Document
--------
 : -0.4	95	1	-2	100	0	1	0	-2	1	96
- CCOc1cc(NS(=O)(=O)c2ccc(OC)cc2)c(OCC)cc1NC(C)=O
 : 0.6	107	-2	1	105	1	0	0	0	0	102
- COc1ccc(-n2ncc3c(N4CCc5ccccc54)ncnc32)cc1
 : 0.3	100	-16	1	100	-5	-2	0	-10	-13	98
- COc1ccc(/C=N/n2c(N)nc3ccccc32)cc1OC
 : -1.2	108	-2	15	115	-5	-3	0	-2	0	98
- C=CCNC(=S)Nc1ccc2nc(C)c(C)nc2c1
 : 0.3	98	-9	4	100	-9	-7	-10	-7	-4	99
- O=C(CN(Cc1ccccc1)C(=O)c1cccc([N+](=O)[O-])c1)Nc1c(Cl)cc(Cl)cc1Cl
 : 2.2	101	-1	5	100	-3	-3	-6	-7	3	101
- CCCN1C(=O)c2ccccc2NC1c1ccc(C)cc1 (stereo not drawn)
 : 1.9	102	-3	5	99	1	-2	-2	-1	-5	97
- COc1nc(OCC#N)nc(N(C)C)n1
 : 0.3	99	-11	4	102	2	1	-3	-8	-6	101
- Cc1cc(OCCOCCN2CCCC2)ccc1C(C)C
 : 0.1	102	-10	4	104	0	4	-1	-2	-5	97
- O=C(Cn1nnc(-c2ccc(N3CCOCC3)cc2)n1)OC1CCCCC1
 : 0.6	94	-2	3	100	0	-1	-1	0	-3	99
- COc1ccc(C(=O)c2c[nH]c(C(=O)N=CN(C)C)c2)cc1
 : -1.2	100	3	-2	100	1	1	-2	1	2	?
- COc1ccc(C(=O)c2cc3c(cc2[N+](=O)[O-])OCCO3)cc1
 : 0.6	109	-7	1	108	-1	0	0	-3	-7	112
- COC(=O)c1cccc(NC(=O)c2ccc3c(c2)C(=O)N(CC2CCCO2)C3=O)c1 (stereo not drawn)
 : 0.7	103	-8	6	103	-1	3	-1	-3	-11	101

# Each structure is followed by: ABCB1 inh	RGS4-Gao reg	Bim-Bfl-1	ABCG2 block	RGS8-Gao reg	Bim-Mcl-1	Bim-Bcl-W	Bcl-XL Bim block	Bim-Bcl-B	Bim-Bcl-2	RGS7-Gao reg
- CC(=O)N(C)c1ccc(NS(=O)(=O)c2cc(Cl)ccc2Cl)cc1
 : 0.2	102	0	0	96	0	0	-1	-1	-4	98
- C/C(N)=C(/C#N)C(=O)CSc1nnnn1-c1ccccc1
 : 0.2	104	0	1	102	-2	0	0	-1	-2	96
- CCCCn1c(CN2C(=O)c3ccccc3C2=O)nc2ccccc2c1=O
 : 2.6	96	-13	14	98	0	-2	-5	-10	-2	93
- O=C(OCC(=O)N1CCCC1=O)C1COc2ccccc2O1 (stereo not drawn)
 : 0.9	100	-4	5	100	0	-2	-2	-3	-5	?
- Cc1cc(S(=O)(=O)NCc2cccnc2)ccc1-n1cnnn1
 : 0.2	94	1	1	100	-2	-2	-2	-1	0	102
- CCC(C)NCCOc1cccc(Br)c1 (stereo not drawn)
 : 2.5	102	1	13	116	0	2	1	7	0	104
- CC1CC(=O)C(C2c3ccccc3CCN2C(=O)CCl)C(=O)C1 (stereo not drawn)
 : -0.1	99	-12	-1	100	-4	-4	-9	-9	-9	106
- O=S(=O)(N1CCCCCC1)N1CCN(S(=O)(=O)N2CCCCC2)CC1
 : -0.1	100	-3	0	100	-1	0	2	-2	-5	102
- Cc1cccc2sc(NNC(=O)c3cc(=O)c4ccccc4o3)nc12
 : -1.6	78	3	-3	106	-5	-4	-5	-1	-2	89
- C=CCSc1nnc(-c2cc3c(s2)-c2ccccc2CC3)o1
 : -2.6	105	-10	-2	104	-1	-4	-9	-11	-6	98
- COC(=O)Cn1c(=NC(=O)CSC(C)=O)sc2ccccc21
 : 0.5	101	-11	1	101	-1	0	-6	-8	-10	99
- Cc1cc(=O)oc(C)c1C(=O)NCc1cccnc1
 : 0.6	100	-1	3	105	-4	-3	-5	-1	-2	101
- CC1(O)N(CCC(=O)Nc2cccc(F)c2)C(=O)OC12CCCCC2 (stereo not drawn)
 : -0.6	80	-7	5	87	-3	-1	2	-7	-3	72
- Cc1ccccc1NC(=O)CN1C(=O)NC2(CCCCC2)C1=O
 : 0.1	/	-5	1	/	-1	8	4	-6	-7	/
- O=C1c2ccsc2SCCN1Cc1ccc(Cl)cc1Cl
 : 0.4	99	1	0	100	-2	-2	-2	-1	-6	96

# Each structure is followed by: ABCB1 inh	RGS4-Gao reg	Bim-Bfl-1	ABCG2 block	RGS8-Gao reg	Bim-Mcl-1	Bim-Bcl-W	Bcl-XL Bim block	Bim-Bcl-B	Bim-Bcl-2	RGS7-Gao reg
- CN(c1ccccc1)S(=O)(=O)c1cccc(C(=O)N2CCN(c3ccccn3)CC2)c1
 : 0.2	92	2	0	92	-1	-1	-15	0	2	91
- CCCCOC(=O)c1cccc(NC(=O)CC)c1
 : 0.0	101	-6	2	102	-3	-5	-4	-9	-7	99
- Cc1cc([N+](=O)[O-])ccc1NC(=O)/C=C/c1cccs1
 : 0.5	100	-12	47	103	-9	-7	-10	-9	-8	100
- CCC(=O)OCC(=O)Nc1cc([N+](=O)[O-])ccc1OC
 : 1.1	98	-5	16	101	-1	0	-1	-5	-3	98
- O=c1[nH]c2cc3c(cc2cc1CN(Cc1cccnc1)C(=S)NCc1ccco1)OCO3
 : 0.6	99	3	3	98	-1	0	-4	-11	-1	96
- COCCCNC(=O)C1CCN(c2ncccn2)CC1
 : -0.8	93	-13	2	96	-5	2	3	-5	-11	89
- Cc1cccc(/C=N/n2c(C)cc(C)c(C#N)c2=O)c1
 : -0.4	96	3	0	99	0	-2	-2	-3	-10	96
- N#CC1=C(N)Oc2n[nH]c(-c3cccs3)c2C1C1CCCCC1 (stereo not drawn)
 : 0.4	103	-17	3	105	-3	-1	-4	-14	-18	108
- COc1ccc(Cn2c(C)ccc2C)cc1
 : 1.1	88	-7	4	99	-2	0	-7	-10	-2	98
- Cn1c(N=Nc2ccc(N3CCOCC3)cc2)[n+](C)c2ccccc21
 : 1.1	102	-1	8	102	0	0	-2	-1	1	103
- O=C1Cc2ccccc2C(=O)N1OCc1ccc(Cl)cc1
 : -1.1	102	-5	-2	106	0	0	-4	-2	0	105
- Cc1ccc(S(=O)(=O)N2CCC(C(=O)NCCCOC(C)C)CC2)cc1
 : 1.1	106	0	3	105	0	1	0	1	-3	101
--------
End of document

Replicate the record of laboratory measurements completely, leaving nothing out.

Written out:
 : -0.4	95	1	-2	100	0	1	0	-2	1	96
- CCOc1cc(NS(=O)(=O)c2ccc(OC)cc2)c(OCC)cc1NC(C)=O
 : 0.6	107	-2	1	105	1	0	0	0	0	102
- COc1ccc(-n2ncc3c(N4CCc5ccccc54)ncnc32)cc1
 : 0.3	100	-16	1	100	-5	-2	0	-10	-13	98
- COc1ccc(/C=N/n2c(N)nc3ccccc32)cc1OC
 : -1.2	108	-2	15	115	-5	-3	0	-2	0	98
- C=CCNC(=S)Nc1ccc2nc(C)c(C)nc2c1
 : 0.3	98	-9	4	100	-9	-7	-10	-7	-4	99
- O=C(CN(Cc1ccccc1)C(=O)c1cccc([N+](=O)[O-])c1)Nc1c(Cl)cc(Cl)cc1Cl
 : 2.2	101	-1	5	100	-3	-3	-6	-7	3	101
- CCCN1C(=O)c2ccccc2NC1c1ccc(C)cc1 (stereo not drawn)
 : 1.9	102	-3	5	99	1	-2	-2	-1	-5	97
- COc1nc(OCC#N)nc(N(C)C)n1
 : 0.3	99	-11	4	102	2	1	-3	-8	-6	101
- Cc1cc(OCCOCCN2CCCC2)ccc1C(C)C
 : 0.1	102	-10	4	104	0	4	-1	-2	-5	97
- O=C(Cn1nnc(-c2ccc(N3CCOCC3)cc2)n1)OC1CCCCC1
 : 0.6	94	-2	3	100	0	-1	-1	0	-3	99
- COc1ccc(C(=O)c2c[nH]c(C(=O)N=CN(C)C)c2)cc1
 : -1.2	100	3	-2	100	1	1	-2	1	2	?
- COc1ccc(C(=O)c2cc3c(cc2[N+](=O)[O-])OCCO3)cc1
 : 0.6	109	-7	1	108	-1	0	0	-3	-7	112
- COC(=O)c1cccc(NC(=O)c2ccc3c(c2)C(=O)N(CC2CCCO2)C3=O)c1 (stereo not drawn)
 : 0.7	103	-8	6	103	-1	3	-1	-3	-11	101

# Each structure is followed by: ABCB1 inh	RGS4-Gao reg	Bim-Bfl-1	ABCG2 block	RGS8-Gao reg	Bim-Mcl-1	Bim-Bcl-W	Bcl-XL Bim block	Bim-Bcl-B	Bim-Bcl-2	RGS7-Gao reg
- CC(=O)N(C)c1ccc(NS(=O)(=O)c2cc(Cl)ccc2Cl)cc1
 : 0.2	102	0	0	96	0	0	-1	-1	-4	98
- C/C(N)=C(/C#N)C(=O)CSc1nnnn1-c1ccccc1
 : 0.2	104	0	1	102	-2	0	0	-1	-2	96
- CCCCn1c(CN2C(=O)c3ccccc3C2=O)nc2ccccc2c1=O
 : 2.6	96	-13	14	98	0	-2	-5	-10	-2	93
- O=C(OCC(=O)N1CCCC1=O)C1COc2ccccc2O1 (stereo not drawn)
 : 0.9	100	-4	5	100	0	-2	-2	-3	-5	?
- Cc1cc(S(=O)(=O)NCc2cccnc2)ccc1-n1cnnn1
 : 0.2	94	1	1	100	-2	-2	-2	-1	0	102
- CCC(C)NCCOc1cccc(Br)c1 (stereo not drawn)
 : 2.5	102	1	13	116	0	2	1	7	0	104
- CC1CC(=O)C(C2c3ccccc3CCN2C(=O)CCl)C(=O)C1 (stereo not drawn)
 : -0.1	99	-12	-1	100	-4	-4	-9	-9	-9	106
- O=S(=O)(N1CCCCCC1)N1CCN(S(=O)(=O)N2CCCCC2)CC1
 : -0.1	100	-3	0	100	-1	0	2	-2	-5	102
- Cc1cccc2sc(NNC(=O)c3cc(=O)c4ccccc4o3)nc12
 : -1.6	78	3	-3	106	-5	-4	-5	-1	-2	89
- C=CCSc1nnc(-c2cc3c(s2)-c2ccccc2CC3)o1
 : -2.6	105	-10	-2	104	-1	-4	-9	-11	-6	98
- COC(=O)Cn1c(=NC(=O)CSC(C)=O)sc2ccccc21
 : 0.5	101	-11	1	101	-1	0	-6	-8	-10	99
- Cc1cc(=O)oc(C)c1C(=O)NCc1cccnc1
 : 0.6	100	-1	3	105	-4	-3	-5	-1	-2	101
- CC1(O)N(CCC(=O)Nc2cccc(F)c2)C(=O)OC12CCCCC2 (stereo not drawn)
 : -0.6	80	-7	5	87	-3	-1	2	-7	-3	72
- Cc1ccccc1NC(=O)CN1C(=O)NC2(CCCCC2)C1=O
 : 0.1	/	-5	1	/	-1	8	4	-6	-7	/
- O=C1c2ccsc2SCCN1Cc1ccc(Cl)cc1Cl
 : 0.4	99	1	0	100	-2	-2	-2	-1	-6	96

# Each structure is followed by: ABCB1 inh	RGS4-Gao reg	Bim-Bfl-1	ABCG2 block	RGS8-Gao reg	Bim-Mcl-1	Bim-Bcl-W	Bcl-XL Bim block	Bim-Bcl-B	Bim-Bcl-2	RGS7-Gao reg
- CN(c1ccccc1)S(=O)(=O)c1cccc(C(=O)N2CCN(c3ccccn3)CC2)c1
 : 0.2	92	2	0	92	-1	-1	-15	0	2	91
- CCCCOC(=O)c1cccc(NC(=O)CC)c1
 : 0.0	101	-6	2	102	-3	-5	-4	-9	-7	99
- Cc1cc([N+](=O)[O-])ccc1NC(=O)/C=C/c1cccs1
 : 0.5	100	-12	47	103	-9	-7	-10	-9	-8	100
- CCC(=O)OCC(=O)Nc1cc([N+](=O)[O-])ccc1OC
 : 1.1	98	-5	16	101	-1	0	-1	-5	-3	98
- O=c1[nH]c2cc3c(cc2cc1CN(Cc1cccnc1)C(=S)NCc1ccco1)OCO3
 : 0.6	99	3	3	98	-1	0	-4	-11	-1	96
- COCCCNC(=O)C1CCN(c2ncccn2)CC1
 : -0.8	93	-13	2	96	-5	2	3	-5	-11	89
- Cc1cccc(/C=N/n2c(C)cc(C)c(C#N)c2=O)c1
 : -0.4	96	3	0	99	0	-2	-2	-3	-10	96
- N#CC1=C(N)Oc2n[nH]c(-c3cccs3)c2C1C1CCCCC1 (stereo not drawn)
 : 0.4	103	-17	3	105	-3	-1	-4	-14	-18	108
- COc1ccc(Cn2c(C)ccc2C)cc1
 : 1.1	88	-7	4	99	-2	0	-7	-10	-2	98
- Cn1c(N=Nc2ccc(N3CCOCC3)cc2)[n+](C)c2ccccc21
 : 1.1	102	-1	8	102	0	0	-2	-1	1	103
- O=C1Cc2ccccc2C(=O)N1OCc1ccc(Cl)cc1
 : -1.1	102	-5	-2	106	0	0	-4	-2	0	105
- Cc1ccc(S(=O)(=O)N2CCC(C(=O)NCCCOC(C)C)CC2)cc1
 : 1.1	106	0	3	105	0	1	0	1	-3	101